A Doctor's 4 Tips for Battling Allergies at Home
About the Author
Dr. DeMeyere-Coursey chose to practice medicine at Paladina Health because she wants to be a part of the innovative changes coming to the delivery of primary care. She strives to spend productive time with her patients in an environment that fosters individualized, whole-person care.
Allergies are one of those annoying things your body may suffer through for no apparent reason. I took two full courses of immunology, and while these outlined the “why” of allergies, the courses still didn’t really explain…why. There’s no benefit I can fathom to having itching eyes, skin, and nasal passages, accompanied by sneezing, mucous, and congestion. In the caveman days, allergies certainly wouldn’t be advantageous to running from a saber-tooth tiger.
My job, as your medical provider, is to try and mitigate all these horrible symptoms. My first step is always to learn which symptom is bothering you the most and then target treatment based on that. Every treatment mentioned below can be found over the counter, and I encourage you to speak to your medical provider about your specific symptoms as some prescription medications can help as well.
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If you would like to avoid medication, I’m a big fan of suggesting saline rinses, which flush out congested sinuses and moisten dry nasal passages. Easy to find and relatively cheap, neti pots have been shown to alleviate allergy symptoms and are generally well tolerated (once you get past the initial weirdness factor).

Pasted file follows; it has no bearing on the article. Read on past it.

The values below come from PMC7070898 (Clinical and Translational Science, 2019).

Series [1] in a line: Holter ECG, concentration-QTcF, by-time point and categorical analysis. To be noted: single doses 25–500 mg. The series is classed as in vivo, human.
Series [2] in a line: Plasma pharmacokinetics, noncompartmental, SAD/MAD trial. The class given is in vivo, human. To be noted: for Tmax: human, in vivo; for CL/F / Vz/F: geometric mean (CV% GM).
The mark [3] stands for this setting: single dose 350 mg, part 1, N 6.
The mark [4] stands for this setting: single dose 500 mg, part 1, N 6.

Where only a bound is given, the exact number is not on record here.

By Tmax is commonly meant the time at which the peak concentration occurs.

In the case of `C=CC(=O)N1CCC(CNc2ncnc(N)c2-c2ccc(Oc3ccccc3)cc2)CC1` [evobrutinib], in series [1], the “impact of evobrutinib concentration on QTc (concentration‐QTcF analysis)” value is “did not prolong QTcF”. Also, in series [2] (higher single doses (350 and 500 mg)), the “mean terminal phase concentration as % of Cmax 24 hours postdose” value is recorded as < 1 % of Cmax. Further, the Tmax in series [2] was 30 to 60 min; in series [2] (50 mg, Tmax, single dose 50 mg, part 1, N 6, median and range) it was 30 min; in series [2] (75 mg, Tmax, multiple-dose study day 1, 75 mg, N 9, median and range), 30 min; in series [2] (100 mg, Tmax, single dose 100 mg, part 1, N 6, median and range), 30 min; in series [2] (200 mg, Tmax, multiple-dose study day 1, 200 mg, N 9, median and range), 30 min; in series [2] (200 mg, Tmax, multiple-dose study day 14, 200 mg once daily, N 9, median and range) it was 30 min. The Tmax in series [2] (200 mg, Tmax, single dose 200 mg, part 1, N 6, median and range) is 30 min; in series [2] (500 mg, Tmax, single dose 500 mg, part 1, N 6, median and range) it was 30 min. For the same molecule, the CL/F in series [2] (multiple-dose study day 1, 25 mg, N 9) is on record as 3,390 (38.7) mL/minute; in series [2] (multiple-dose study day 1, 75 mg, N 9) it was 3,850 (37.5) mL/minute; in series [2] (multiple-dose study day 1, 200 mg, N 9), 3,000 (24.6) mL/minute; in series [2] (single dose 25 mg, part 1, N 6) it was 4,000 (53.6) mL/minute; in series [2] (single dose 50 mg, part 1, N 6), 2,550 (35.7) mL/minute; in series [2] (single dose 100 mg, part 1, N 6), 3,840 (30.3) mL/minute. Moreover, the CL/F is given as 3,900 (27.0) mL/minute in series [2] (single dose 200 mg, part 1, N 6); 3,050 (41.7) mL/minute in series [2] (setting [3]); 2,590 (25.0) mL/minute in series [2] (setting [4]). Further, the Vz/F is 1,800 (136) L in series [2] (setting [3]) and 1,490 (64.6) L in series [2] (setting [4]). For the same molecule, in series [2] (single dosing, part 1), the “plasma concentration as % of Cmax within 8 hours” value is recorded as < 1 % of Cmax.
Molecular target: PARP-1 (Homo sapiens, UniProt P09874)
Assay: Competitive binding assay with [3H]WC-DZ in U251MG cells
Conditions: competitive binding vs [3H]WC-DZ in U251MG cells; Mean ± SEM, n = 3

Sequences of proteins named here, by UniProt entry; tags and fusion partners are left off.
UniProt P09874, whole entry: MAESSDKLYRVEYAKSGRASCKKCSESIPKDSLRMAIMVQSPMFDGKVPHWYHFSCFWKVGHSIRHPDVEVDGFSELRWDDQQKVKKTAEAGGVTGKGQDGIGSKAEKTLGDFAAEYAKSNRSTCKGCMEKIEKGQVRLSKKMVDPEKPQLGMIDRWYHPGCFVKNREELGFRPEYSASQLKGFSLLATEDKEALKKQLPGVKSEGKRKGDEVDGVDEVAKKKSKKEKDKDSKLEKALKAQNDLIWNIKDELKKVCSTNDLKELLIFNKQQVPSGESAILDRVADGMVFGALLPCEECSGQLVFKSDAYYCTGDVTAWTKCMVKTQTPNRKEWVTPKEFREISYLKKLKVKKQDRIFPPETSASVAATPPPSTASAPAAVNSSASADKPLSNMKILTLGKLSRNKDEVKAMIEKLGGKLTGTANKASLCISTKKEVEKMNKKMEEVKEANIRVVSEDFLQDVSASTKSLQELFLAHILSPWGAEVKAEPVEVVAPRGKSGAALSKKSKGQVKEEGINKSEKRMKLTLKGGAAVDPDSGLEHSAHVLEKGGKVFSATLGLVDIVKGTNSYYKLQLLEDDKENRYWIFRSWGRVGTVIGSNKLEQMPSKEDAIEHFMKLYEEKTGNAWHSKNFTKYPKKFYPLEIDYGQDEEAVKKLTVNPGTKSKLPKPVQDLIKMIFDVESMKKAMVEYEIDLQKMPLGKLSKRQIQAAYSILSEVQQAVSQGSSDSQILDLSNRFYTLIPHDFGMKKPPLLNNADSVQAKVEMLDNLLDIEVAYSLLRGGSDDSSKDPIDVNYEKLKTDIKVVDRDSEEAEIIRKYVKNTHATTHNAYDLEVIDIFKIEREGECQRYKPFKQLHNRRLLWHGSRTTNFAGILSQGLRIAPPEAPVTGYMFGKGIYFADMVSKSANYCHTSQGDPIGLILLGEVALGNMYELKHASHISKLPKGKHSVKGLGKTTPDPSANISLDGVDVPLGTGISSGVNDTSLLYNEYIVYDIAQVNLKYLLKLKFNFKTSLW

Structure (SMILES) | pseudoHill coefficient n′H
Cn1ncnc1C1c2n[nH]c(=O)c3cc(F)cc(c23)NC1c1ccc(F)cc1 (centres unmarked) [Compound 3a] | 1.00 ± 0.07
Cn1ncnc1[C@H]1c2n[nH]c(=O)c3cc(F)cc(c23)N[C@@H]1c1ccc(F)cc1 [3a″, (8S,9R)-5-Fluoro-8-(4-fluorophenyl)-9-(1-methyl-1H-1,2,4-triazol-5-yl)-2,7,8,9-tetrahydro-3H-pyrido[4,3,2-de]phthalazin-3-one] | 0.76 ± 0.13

“Systemic” or oral therapy for allergies can be broken into two categories: first generation and second generation. First-generation allergy medications, such as Benadryl/diphenhydramine, work well, but they can cause drowsiness. Second-generation allergy medications, like Zyrtec/cetirizine, Claritin/loratidine, and Allegra/fexofenadine, are less likely to cause drowsiness and will usually last 12 to 24 hours, so they tend to be prescribed more regularly.
Steroid nasal spray
Nasal sprays are my favorite way to treat allergies and generally the most successful. I personally use Flonase/fluticasone on a daily basis to help against sneezing, congestion, runny nose, and some eye symptoms, but other options include Nasonex/mometasone, and Nasacort/triamcinolone. Nasal sprays do include some steroids, but these will not enter your body and cause unwanted side effects like those you read about on WebMD. I tell my patients it is important to use this spray at least every other day and that they may not notice a difference until after one week. Think of it as a vitamin for your nose—if you don’t take it regularly, it won’t work!
If itchy eyes are your main symptom, eye drops may be the way to go. I personally have found the most success with Zaditor/ketotifen, which is an eye drop that can be used every 8 to 12 hours. If you wear contacts, it is advised to place the drops first and wait 15 minutes before inserting your contacts.
On the whole, allergies can be a frustrating, but very treatable problem, so don’t hesitate to bring it up at your next visit! Beyond these at-home treatments, your medical provider can prescribe different medications, and, if symptoms are severe, discuss the benefits of allergy shots or make referrals to an allergy specialist.